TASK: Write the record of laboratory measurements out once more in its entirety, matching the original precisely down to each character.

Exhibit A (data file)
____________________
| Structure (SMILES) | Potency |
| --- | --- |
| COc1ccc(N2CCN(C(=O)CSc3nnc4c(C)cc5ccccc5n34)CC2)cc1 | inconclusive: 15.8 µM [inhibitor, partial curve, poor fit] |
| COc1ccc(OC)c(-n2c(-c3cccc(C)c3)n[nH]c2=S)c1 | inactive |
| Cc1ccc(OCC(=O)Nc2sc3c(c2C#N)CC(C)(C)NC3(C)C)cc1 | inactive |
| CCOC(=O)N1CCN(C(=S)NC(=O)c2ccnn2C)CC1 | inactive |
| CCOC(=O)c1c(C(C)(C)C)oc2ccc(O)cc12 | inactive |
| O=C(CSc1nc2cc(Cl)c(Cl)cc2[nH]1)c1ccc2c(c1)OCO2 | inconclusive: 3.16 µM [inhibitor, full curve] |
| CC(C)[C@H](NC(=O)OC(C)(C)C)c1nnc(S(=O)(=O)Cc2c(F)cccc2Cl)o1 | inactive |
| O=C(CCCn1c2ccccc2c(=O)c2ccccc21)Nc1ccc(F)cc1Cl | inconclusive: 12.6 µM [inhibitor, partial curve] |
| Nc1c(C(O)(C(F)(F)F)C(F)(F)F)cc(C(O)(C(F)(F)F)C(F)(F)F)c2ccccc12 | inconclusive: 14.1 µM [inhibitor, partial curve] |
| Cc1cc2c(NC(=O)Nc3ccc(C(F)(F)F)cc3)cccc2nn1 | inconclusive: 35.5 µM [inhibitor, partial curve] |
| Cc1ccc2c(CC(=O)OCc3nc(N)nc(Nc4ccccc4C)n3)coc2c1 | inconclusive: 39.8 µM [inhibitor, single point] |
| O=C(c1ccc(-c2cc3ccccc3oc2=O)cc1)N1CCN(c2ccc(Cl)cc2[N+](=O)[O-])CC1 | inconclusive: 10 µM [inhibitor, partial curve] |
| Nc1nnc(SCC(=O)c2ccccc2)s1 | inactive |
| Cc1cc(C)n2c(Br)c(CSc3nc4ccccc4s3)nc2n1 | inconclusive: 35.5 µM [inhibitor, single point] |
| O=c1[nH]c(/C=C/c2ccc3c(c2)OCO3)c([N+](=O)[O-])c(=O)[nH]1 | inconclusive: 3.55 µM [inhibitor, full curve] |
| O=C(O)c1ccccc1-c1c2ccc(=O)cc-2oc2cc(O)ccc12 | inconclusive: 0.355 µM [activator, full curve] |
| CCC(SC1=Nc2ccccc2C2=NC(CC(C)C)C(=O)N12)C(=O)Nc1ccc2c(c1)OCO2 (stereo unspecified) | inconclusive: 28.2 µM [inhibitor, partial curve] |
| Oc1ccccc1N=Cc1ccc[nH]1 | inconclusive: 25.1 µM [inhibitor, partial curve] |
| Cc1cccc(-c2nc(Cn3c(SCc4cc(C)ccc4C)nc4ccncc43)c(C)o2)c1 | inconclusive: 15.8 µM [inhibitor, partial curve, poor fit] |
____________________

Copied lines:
| Structure (SMILES) | Potency |
| --- | --- |
| COc1ccc(N2CCN(C(=O)CSc3nnc4c(C)cc5ccccc5n34)CC2)cc1 | inconclusive: 15.8 µM [inhibitor, partial curve, poor fit] |
| COc1ccc(OC)c(-n2c(-c3cccc(C)c3)n[nH]c2=S)c1 | inactive |
| Cc1ccc(OCC(=O)Nc2sc3c(c2C#N)CC(C)(C)NC3(C)C)cc1 | inactive |
| CCOC(=O)N1CCN(C(=S)NC(=O)c2ccnn2C)CC1 | inactive |
| CCOC(=O)c1c(C(C)(C)C)oc2ccc(O)cc12 | inactive |
| O=C(CSc1nc2cc(Cl)c(Cl)cc2[nH]1)c1ccc2c(c1)OCO2 | inconclusive: 3.16 µM [inhibitor, full curve] |
| CC(C)[C@H](NC(=O)OC(C)(C)C)c1nnc(S(=O)(=O)Cc2c(F)cccc2Cl)o1 | inactive |
| O=C(CCCn1c2ccccc2c(=O)c2ccccc21)Nc1ccc(F)cc1Cl | inconclusive: 12.6 µM [inhibitor, partial curve] |
| Nc1c(C(O)(C(F)(F)F)C(F)(F)F)cc(C(O)(C(F)(F)F)C(F)(F)F)c2ccccc12 | inconclusive: 14.1 µM [inhibitor, partial curve] |
| Cc1cc2c(NC(=O)Nc3ccc(C(F)(F)F)cc3)cccc2nn1 | inconclusive: 35.5 µM [inhibitor, partial curve] |
| Cc1ccc2c(CC(=O)OCc3nc(N)nc(Nc4ccccc4C)n3)coc2c1 | inconclusive: 39.8 µM [inhibitor, single point] |
| O=C(c1ccc(-c2cc3ccccc3oc2=O)cc1)N1CCN(c2ccc(Cl)cc2[N+](=O)[O-])CC1 | inconclusive: 10 µM [inhibitor, partial curve] |
| Nc1nnc(SCC(=O)c2ccccc2)s1 | inactive |
| Cc1cc(C)n2c(Br)c(CSc3nc4ccccc4s3)nc2n1 | inconclusive: 35.5 µM [inhibitor, single point] |
| O=c1[nH]c(/C=C/c2ccc3c(c2)OCO3)c([N+](=O)[O-])c(=O)[nH]1 | inconclusive: 3.55 µM [inhibitor, full curve] |
| O=C(O)c1ccccc1-c1c2ccc(=O)cc-2oc2cc(O)ccc12 | inconclusive: 0.355 µM [activator, full curve] |
| CCC(SC1=Nc2ccccc2C2=NC(CC(C)C)C(=O)N12)C(=O)Nc1ccc2c(c1)OCO2 (stereo unspecified) | inconclusive: 28.2 µM [inhibitor, partial curve] |
| Oc1ccccc1N=Cc1ccc[nH]1 | inconclusive: 25.1 µM [inhibitor, partial curve] |
| Cc1cccc(-c2nc(Cn3c(SCc4cc(C)ccc4C)nc4ccncc43)c(C)o2)c1 | inconclusive: 15.8 µM [inhibitor, partial curve, poor fit] |